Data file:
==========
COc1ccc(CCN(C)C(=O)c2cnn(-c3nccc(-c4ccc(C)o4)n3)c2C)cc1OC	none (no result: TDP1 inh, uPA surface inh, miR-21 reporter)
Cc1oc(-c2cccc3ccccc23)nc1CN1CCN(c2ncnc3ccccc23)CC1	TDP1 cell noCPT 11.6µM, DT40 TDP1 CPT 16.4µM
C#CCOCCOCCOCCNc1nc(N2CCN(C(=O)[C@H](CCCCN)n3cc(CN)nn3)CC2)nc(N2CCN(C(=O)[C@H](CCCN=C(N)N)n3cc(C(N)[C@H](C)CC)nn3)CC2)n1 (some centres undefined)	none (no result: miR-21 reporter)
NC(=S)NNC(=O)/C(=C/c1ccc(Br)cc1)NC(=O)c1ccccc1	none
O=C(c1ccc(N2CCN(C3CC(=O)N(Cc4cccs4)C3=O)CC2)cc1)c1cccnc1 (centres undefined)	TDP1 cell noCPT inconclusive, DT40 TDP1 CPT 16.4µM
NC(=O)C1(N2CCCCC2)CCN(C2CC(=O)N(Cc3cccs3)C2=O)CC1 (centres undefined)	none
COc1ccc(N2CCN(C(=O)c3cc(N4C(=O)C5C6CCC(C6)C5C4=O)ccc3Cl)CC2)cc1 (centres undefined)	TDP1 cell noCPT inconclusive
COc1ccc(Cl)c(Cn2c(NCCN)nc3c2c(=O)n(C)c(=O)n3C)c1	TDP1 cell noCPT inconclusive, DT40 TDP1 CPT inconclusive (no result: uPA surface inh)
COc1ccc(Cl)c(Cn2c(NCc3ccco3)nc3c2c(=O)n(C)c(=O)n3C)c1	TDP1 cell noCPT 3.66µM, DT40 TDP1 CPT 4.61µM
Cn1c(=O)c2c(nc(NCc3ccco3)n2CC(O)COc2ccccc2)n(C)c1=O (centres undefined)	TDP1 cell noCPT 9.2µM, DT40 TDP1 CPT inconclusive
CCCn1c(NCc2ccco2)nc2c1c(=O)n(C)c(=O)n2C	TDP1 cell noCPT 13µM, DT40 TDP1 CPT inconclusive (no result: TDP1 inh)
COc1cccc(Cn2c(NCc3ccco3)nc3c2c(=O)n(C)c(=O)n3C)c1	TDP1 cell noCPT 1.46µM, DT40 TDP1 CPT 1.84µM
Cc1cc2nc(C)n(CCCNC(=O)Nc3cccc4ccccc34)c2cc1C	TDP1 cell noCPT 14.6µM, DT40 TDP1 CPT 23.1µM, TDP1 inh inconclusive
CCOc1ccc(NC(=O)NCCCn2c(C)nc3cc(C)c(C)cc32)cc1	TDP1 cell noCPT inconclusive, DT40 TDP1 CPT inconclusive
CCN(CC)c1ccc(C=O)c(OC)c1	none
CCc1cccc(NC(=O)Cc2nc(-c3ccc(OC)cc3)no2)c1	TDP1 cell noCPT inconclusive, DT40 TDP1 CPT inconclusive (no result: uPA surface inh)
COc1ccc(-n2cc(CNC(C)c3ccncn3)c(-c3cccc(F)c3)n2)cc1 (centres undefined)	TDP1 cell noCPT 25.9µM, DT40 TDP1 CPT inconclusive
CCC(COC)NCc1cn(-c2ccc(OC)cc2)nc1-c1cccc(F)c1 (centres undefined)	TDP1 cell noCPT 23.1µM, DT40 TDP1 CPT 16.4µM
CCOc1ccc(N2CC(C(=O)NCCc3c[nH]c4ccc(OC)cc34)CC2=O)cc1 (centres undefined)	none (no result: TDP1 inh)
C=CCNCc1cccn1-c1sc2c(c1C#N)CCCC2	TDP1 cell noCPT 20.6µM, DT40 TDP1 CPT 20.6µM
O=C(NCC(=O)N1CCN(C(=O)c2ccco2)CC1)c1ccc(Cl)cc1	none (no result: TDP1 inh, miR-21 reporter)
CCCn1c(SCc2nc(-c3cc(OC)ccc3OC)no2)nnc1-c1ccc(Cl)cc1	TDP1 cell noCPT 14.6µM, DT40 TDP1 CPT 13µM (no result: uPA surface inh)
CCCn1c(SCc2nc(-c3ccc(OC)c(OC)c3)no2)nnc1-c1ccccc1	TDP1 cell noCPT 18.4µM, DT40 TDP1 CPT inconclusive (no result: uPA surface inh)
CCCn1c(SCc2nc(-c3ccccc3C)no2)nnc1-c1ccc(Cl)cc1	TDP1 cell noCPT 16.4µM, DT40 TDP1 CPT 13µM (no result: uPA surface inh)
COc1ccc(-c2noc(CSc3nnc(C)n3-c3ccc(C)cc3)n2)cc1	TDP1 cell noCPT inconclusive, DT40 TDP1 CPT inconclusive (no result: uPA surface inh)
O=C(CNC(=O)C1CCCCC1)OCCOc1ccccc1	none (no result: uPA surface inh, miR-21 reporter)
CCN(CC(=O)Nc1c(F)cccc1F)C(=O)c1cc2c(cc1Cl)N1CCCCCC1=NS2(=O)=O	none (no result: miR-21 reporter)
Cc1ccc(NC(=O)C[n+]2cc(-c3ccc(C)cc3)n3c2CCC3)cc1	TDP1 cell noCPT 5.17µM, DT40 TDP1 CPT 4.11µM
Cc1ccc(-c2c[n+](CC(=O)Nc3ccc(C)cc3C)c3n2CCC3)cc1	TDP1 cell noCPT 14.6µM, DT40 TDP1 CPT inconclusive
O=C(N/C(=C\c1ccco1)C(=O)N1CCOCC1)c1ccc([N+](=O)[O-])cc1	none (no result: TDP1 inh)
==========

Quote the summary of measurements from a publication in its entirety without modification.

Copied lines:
COc1ccc(CCN(C)C(=O)c2cnn(-c3nccc(-c4ccc(C)o4)n3)c2C)cc1OC	none (no result: TDP1 inh, uPA surface inh, miR-21 reporter)
Cc1oc(-c2cccc3ccccc23)nc1CN1CCN(c2ncnc3ccccc23)CC1	TDP1 cell noCPT 11.6µM, DT40 TDP1 CPT 16.4µM
C#CCOCCOCCOCCNc1nc(N2CCN(C(=O)[C@H](CCCCN)n3cc(CN)nn3)CC2)nc(N2CCN(C(=O)[C@H](CCCN=C(N)N)n3cc(C(N)[C@H](C)CC)nn3)CC2)n1 (some centres undefined)	none (no result: miR-21 reporter)
NC(=S)NNC(=O)/C(=C/c1ccc(Br)cc1)NC(=O)c1ccccc1	none
O=C(c1ccc(N2CCN(C3CC(=O)N(Cc4cccs4)C3=O)CC2)cc1)c1cccnc1 (centres undefined)	TDP1 cell noCPT inconclusive, DT40 TDP1 CPT 16.4µM
NC(=O)C1(N2CCCCC2)CCN(C2CC(=O)N(Cc3cccs3)C2=O)CC1 (centres undefined)	none
COc1ccc(N2CCN(C(=O)c3cc(N4C(=O)C5C6CCC(C6)C5C4=O)ccc3Cl)CC2)cc1 (centres undefined)	TDP1 cell noCPT inconclusive
COc1ccc(Cl)c(Cn2c(NCCN)nc3c2c(=O)n(C)c(=O)n3C)c1	TDP1 cell noCPT inconclusive, DT40 TDP1 CPT inconclusive (no result: uPA surface inh)
COc1ccc(Cl)c(Cn2c(NCc3ccco3)nc3c2c(=O)n(C)c(=O)n3C)c1	TDP1 cell noCPT 3.66µM, DT40 TDP1 CPT 4.61µM
Cn1c(=O)c2c(nc(NCc3ccco3)n2CC(O)COc2ccccc2)n(C)c1=O (centres undefined)	TDP1 cell noCPT 9.2µM, DT40 TDP1 CPT inconclusive
CCCn1c(NCc2ccco2)nc2c1c(=O)n(C)c(=O)n2C	TDP1 cell noCPT 13µM, DT40 TDP1 CPT inconclusive (no result: TDP1 inh)
COc1cccc(Cn2c(NCc3ccco3)nc3c2c(=O)n(C)c(=O)n3C)c1	TDP1 cell noCPT 1.46µM, DT40 TDP1 CPT 1.84µM
Cc1cc2nc(C)n(CCCNC(=O)Nc3cccc4ccccc34)c2cc1C	TDP1 cell noCPT 14.6µM, DT40 TDP1 CPT 23.1µM, TDP1 inh inconclusive
CCOc1ccc(NC(=O)NCCCn2c(C)nc3cc(C)c(C)cc32)cc1	TDP1 cell noCPT inconclusive, DT40 TDP1 CPT inconclusive
CCN(CC)c1ccc(C=O)c(OC)c1	none
CCc1cccc(NC(=O)Cc2nc(-c3ccc(OC)cc3)no2)c1	TDP1 cell noCPT inconclusive, DT40 TDP1 CPT inconclusive (no result: uPA surface inh)
COc1ccc(-n2cc(CNC(C)c3ccncn3)c(-c3cccc(F)c3)n2)cc1 (centres undefined)	TDP1 cell noCPT 25.9µM, DT40 TDP1 CPT inconclusive
CCC(COC)NCc1cn(-c2ccc(OC)cc2)nc1-c1cccc(F)c1 (centres undefined)	TDP1 cell noCPT 23.1µM, DT40 TDP1 CPT 16.4µM
CCOc1ccc(N2CC(C(=O)NCCc3c[nH]c4ccc(OC)cc34)CC2=O)cc1 (centres undefined)	none (no result: TDP1 inh)
C=CCNCc1cccn1-c1sc2c(c1C#N)CCCC2	TDP1 cell noCPT 20.6µM, DT40 TDP1 CPT 20.6µM
O=C(NCC(=O)N1CCN(C(=O)c2ccco2)CC1)c1ccc(Cl)cc1	none (no result: TDP1 inh, miR-21 reporter)
CCCn1c(SCc2nc(-c3cc(OC)ccc3OC)no2)nnc1-c1ccc(Cl)cc1	TDP1 cell noCPT 14.6µM, DT40 TDP1 CPT 13µM (no result: uPA surface inh)
CCCn1c(SCc2nc(-c3ccc(OC)c(OC)c3)no2)nnc1-c1ccccc1	TDP1 cell noCPT 18.4µM, DT40 TDP1 CPT inconclusive (no result: uPA surface inh)
CCCn1c(SCc2nc(-c3ccccc3C)no2)nnc1-c1ccc(Cl)cc1	TDP1 cell noCPT 16.4µM, DT40 TDP1 CPT 13µM (no result: uPA surface inh)
COc1ccc(-c2noc(CSc3nnc(C)n3-c3ccc(C)cc3)n2)cc1	TDP1 cell noCPT inconclusive, DT40 TDP1 CPT inconclusive (no result: uPA surface inh)
O=C(CNC(=O)C1CCCCC1)OCCOc1ccccc1	none (no result: uPA surface inh, miR-21 reporter)
CCN(CC(=O)Nc1c(F)cccc1F)C(=O)c1cc2c(cc1Cl)N1CCCCCC1=NS2(=O)=O	none (no result: miR-21 reporter)
Cc1ccc(NC(=O)C[n+]2cc(-c3ccc(C)cc3)n3c2CCC3)cc1	TDP1 cell noCPT 5.17µM, DT40 TDP1 CPT 4.11µM
Cc1ccc(-c2c[n+](CC(=O)Nc3ccc(C)cc3C)c3n2CCC3)cc1	TDP1 cell noCPT 14.6µM, DT40 TDP1 CPT inconclusive
O=C(N/C(=C\c1ccco1)C(=O)N1CCOCC1)c1ccc([N+](=O)[O-])cc1	none (no result: TDP1 inh)